A.B., Harvard University, 1952. M.S., Yale University, 1953. Ph.D., Yale University, 1955 (John G. Kirkwood, Lars Onsager). Postdoctoral: Institute voor Theoretische Physica, University of Amsterdam, 1955-56 (Jan de Boer); Enrico Fermi Institute, University of Chicago, 1956-58 (Joseph Mayer). Honors and Awards: NSF Postdoctoral Fellow, 1955-56; Alfred P. Sloan Fellow, 1961-65; NSF Senior Postdoctoral Fellow, 1968-69; Heinrich Hertz Fellow (West Germany) and Meyerhoff Fellow (Israel). At Oregon since 1962.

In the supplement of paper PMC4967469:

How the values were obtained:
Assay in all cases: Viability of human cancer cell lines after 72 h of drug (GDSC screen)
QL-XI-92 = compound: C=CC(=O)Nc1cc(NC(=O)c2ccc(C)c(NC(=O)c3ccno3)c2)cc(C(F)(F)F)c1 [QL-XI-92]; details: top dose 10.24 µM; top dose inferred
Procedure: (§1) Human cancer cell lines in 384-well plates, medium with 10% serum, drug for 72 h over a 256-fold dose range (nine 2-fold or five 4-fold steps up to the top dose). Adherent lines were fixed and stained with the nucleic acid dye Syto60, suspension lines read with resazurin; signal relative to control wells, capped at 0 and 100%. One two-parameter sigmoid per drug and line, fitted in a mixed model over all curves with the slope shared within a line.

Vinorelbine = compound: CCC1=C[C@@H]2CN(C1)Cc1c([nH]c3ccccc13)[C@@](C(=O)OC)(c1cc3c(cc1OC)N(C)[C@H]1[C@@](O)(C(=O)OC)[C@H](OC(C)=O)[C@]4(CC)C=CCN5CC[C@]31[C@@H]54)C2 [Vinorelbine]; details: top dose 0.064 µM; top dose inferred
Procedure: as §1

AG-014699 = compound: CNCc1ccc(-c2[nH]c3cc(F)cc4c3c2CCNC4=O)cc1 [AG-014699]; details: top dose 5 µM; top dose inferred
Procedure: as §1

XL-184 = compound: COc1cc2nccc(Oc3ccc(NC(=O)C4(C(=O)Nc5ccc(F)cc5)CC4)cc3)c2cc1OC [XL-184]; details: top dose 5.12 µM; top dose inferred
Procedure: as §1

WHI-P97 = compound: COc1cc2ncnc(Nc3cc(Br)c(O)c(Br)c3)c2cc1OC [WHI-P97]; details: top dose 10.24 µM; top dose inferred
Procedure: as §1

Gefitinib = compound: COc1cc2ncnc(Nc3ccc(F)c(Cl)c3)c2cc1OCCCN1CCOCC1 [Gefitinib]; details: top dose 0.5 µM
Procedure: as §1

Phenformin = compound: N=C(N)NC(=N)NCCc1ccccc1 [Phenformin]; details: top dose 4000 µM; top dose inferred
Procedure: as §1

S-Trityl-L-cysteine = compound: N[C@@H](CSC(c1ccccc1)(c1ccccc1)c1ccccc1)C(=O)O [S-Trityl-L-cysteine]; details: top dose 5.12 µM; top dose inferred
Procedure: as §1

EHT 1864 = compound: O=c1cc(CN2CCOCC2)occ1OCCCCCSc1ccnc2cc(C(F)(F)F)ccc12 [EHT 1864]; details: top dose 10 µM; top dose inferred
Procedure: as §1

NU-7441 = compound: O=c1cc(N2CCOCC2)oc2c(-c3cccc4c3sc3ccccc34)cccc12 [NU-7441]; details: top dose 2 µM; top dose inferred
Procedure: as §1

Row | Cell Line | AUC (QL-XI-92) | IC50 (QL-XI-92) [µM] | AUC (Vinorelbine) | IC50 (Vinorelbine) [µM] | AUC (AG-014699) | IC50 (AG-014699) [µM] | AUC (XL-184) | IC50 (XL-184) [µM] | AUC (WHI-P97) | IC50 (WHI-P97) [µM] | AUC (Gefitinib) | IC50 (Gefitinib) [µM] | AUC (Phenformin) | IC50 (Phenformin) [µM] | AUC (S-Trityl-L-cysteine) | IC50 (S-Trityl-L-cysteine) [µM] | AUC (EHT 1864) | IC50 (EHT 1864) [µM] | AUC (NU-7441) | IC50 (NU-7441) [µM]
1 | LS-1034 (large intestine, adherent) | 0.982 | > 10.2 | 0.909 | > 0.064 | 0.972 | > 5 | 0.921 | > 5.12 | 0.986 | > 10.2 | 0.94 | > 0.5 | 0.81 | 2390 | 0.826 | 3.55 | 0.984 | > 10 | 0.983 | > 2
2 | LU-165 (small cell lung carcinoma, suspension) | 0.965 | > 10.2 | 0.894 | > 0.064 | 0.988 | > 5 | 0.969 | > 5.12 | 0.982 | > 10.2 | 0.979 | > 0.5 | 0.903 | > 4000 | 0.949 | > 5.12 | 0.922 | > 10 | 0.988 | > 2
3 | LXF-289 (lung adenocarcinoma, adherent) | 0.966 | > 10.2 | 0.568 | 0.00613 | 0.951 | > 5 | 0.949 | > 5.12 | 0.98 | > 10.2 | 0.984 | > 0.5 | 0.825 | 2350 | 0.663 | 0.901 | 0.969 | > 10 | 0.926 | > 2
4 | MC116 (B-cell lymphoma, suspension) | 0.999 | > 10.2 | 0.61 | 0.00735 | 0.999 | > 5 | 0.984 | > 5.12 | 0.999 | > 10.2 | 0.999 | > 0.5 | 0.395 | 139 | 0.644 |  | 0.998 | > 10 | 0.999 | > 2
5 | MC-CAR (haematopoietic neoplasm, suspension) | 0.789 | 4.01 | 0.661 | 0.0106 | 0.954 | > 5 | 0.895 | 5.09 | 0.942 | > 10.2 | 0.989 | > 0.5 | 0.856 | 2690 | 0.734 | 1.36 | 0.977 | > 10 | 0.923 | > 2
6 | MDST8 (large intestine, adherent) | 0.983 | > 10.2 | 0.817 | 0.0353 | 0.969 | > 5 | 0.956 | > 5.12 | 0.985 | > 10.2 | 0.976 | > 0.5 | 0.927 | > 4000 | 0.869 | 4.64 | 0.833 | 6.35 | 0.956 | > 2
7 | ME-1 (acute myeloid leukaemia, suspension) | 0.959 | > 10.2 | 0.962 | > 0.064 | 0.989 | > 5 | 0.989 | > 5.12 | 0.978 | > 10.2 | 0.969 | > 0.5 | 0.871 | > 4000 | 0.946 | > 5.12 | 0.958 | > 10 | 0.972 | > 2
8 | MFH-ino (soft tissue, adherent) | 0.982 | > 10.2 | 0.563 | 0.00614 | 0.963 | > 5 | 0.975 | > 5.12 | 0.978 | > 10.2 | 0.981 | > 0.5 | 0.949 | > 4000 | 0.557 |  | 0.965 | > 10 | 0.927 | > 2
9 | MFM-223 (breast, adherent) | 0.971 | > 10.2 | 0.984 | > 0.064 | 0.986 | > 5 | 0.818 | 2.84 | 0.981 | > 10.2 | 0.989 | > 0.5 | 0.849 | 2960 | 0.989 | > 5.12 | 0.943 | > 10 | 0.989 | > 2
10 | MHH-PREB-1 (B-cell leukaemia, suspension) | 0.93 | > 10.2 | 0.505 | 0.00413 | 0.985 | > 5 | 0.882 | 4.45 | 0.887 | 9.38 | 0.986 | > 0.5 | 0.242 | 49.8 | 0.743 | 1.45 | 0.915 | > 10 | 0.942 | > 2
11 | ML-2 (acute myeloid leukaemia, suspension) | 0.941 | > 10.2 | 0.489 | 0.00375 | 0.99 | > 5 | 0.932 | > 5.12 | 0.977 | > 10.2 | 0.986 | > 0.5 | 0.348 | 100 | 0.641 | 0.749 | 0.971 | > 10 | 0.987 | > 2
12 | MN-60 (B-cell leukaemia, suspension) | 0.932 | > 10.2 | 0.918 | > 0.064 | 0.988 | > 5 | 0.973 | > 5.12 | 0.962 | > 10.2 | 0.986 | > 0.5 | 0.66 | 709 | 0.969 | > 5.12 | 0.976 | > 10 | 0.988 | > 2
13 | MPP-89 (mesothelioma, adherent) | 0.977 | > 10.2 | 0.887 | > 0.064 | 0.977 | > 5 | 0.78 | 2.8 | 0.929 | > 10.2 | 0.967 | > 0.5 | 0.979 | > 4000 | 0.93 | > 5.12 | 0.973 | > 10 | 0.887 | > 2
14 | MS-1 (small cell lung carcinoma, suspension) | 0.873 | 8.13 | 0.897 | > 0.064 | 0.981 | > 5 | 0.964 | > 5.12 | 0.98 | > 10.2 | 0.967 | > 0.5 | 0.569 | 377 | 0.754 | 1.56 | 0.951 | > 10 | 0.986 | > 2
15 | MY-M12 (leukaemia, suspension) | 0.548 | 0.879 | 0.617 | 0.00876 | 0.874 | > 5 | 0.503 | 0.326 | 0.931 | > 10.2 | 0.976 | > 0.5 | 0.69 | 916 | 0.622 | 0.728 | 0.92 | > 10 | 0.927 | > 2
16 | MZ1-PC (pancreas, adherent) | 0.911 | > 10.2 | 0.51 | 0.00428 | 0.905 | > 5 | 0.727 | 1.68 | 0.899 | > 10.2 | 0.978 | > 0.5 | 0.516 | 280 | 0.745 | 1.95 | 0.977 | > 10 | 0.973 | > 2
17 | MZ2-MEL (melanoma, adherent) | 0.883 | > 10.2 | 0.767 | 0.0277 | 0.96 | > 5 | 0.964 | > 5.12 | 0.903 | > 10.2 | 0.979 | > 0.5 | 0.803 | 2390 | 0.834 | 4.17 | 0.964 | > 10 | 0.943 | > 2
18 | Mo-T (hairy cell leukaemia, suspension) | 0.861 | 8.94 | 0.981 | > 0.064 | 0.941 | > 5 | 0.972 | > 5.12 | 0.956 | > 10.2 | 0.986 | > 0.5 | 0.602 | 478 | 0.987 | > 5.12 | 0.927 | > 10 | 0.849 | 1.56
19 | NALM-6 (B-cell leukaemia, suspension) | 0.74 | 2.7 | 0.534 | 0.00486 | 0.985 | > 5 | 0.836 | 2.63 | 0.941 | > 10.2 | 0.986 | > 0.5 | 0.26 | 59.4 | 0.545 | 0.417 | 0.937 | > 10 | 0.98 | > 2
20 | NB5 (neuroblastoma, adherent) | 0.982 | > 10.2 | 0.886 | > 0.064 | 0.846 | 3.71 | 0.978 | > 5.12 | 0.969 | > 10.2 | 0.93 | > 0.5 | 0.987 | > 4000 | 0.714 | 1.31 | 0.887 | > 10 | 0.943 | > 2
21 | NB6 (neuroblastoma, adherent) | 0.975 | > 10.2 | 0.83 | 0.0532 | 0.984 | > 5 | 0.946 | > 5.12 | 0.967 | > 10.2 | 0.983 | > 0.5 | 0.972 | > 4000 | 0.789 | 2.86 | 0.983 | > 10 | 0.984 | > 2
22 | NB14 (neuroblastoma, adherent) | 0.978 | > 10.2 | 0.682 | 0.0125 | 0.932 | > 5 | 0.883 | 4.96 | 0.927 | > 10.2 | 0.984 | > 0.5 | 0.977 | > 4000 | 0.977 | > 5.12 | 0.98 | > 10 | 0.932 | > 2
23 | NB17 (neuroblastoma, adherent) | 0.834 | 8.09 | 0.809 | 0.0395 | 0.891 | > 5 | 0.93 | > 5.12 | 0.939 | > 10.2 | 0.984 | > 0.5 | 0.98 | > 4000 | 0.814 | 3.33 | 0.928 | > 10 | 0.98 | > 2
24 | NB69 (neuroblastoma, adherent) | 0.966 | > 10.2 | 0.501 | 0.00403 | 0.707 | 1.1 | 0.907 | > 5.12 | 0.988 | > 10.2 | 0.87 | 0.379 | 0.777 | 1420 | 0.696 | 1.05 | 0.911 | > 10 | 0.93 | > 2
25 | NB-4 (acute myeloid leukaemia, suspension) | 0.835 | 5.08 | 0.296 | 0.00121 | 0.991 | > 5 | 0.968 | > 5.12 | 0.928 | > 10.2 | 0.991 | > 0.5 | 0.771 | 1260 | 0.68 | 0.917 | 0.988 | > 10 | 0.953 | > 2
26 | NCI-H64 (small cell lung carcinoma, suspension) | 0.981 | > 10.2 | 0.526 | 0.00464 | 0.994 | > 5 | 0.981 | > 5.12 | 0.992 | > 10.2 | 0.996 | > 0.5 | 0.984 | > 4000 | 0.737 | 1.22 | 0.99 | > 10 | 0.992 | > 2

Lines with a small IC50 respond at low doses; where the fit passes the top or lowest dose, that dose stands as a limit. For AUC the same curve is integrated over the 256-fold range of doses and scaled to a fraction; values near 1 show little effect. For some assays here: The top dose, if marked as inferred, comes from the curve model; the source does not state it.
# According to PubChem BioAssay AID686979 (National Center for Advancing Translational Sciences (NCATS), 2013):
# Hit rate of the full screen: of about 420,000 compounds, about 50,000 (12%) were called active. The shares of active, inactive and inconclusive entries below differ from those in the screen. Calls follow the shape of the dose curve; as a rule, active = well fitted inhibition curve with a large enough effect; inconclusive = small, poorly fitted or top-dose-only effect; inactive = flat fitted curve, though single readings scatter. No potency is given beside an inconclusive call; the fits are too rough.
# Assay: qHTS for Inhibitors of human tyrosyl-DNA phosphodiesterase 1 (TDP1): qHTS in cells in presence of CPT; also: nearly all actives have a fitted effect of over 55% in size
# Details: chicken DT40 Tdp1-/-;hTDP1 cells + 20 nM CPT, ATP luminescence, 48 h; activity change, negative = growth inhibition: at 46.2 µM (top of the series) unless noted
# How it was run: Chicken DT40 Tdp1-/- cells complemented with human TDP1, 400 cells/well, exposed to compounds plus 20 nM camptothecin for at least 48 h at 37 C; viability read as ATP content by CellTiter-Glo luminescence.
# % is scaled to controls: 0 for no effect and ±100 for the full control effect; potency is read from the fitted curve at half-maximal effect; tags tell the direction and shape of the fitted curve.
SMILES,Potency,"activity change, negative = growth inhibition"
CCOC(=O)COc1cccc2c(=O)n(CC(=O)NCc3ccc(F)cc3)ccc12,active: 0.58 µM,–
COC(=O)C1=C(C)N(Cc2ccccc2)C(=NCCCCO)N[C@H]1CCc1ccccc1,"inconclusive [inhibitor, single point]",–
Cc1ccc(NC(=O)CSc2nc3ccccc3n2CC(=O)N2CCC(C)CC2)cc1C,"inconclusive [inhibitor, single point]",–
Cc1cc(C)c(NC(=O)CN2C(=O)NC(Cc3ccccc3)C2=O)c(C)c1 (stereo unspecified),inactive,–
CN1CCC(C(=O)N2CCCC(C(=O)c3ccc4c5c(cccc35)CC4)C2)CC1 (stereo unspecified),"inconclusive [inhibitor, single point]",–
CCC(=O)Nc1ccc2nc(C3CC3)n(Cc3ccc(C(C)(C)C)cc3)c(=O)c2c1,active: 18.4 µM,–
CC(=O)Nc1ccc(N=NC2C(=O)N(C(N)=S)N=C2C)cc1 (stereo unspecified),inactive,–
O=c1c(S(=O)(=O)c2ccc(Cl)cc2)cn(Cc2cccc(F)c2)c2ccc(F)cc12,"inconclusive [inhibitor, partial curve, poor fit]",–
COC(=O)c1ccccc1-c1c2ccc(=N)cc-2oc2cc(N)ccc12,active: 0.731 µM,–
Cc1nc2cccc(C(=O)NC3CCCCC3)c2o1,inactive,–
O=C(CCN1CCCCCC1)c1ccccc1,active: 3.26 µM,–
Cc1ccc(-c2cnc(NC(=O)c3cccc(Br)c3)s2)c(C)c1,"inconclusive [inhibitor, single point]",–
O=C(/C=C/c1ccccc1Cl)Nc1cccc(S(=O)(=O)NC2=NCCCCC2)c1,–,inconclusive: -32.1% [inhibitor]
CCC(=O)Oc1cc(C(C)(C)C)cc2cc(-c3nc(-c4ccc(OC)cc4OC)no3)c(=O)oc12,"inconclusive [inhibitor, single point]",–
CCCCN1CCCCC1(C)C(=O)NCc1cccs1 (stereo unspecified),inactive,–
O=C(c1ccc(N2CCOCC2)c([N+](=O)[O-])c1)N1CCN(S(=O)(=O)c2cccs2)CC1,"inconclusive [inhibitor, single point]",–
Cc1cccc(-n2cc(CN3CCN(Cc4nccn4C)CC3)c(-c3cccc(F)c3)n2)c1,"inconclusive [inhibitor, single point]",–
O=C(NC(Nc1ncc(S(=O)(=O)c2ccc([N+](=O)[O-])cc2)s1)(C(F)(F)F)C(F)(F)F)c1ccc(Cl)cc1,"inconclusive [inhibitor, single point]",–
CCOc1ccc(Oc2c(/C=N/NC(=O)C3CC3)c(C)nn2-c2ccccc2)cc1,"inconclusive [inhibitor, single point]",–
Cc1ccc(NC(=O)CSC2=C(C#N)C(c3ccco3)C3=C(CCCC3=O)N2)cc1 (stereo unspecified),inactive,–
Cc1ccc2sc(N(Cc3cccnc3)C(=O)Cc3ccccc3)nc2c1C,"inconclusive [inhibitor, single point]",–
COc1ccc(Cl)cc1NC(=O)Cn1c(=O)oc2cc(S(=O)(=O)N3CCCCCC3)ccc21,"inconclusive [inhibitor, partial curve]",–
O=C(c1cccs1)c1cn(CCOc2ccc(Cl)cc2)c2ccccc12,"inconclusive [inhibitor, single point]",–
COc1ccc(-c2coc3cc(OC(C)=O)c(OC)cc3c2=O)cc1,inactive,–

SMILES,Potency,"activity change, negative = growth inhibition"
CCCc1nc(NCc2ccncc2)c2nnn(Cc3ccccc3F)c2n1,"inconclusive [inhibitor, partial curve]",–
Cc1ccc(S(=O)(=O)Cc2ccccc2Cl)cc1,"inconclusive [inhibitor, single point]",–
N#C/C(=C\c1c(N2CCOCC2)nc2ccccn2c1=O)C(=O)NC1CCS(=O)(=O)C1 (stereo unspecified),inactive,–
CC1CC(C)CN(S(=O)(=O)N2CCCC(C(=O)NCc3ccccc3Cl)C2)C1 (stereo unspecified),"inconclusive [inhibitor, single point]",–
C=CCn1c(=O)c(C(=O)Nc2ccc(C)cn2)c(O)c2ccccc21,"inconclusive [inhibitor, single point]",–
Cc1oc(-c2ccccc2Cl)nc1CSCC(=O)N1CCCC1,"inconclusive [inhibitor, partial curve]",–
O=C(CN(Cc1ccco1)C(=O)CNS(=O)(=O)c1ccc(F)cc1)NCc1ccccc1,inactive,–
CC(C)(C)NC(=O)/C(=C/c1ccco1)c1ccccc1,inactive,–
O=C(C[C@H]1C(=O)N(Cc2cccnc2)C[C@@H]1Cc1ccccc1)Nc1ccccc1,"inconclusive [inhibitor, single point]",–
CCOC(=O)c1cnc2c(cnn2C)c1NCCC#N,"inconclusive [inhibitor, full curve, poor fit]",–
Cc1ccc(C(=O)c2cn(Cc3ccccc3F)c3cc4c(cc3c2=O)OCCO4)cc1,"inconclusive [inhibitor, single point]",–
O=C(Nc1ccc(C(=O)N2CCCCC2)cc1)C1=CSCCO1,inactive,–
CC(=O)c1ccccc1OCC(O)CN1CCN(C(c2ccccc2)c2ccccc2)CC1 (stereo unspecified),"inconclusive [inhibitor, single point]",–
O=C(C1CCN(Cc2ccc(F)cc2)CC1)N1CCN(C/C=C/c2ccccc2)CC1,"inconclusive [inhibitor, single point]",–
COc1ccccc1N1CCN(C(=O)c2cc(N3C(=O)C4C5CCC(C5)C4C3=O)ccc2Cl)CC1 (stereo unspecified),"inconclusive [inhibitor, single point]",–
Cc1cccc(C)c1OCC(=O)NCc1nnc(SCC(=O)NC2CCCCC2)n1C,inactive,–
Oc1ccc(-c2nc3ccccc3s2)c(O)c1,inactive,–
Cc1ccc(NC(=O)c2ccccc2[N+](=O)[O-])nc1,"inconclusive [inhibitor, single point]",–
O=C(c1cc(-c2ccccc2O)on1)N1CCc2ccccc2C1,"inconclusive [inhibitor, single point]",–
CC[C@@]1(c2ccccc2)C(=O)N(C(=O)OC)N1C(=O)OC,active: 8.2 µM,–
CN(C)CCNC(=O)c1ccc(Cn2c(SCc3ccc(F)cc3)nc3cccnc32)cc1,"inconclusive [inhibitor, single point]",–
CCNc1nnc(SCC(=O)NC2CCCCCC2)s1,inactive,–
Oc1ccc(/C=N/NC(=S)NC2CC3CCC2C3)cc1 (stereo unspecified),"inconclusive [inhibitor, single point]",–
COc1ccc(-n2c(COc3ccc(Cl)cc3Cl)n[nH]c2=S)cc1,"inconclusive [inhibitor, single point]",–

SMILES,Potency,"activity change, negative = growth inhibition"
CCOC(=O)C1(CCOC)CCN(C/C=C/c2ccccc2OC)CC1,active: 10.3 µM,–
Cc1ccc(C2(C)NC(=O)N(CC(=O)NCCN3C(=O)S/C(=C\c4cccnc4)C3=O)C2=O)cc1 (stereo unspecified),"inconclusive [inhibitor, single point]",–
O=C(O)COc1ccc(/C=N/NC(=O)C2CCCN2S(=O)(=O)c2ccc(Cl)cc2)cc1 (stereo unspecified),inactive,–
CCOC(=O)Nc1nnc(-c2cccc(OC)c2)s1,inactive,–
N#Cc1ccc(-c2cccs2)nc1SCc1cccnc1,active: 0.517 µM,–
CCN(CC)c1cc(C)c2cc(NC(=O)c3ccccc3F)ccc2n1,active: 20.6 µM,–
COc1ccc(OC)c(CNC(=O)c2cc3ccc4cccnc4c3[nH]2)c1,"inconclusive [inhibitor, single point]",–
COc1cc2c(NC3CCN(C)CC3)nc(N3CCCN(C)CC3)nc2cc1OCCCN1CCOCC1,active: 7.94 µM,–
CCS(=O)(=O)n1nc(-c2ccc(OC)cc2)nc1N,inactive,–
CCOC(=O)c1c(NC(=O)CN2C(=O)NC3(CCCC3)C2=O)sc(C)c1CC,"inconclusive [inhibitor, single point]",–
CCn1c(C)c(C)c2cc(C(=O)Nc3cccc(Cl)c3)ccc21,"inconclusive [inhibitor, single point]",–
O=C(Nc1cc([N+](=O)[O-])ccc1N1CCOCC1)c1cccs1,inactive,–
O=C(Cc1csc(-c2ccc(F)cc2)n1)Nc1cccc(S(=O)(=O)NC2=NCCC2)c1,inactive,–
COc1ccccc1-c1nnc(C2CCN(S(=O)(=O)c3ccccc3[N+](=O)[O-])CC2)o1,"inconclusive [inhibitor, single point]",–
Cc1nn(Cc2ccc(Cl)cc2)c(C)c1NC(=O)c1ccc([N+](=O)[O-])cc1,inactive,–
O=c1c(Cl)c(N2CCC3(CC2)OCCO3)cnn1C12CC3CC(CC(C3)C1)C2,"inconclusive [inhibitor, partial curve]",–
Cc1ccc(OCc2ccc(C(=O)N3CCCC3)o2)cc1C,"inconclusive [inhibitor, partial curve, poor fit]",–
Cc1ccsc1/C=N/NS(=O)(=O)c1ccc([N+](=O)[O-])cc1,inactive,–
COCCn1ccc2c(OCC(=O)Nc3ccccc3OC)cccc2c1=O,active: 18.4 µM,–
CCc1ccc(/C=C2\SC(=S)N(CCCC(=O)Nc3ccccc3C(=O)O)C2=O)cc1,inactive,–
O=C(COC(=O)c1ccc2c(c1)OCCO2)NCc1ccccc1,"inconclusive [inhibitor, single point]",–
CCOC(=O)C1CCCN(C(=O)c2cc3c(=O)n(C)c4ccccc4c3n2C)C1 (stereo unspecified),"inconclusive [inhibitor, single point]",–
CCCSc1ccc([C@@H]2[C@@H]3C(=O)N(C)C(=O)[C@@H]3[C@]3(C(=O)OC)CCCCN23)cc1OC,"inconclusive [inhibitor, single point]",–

Robert Mazo's research program is exclusively theoretical. The general area is statistical mechanics, the science of relating the macroscopic properties of matter to their molecular constitution and to the nature of the forces operating between the molecules. He is interested in both equilibrium and nonequilibrium phenomena. An example of the problems that are examined is the dispersion of particles in N-layer systems. This is a discrete version of the classical phenomenon of Taylor dispersion. Mazo has developed a method of treating the transport properties of particles flowing in a layered system where the velocities in the various layers are different and transitions between the various layers are possible. The model has applications beyond the obvious ones. For example, the problem of the spectrum of an exciton moving along a disordered chain has been treated by the same methods. The techniques use the theory of stochastic processes. Generalizations to more complex situations are being explored.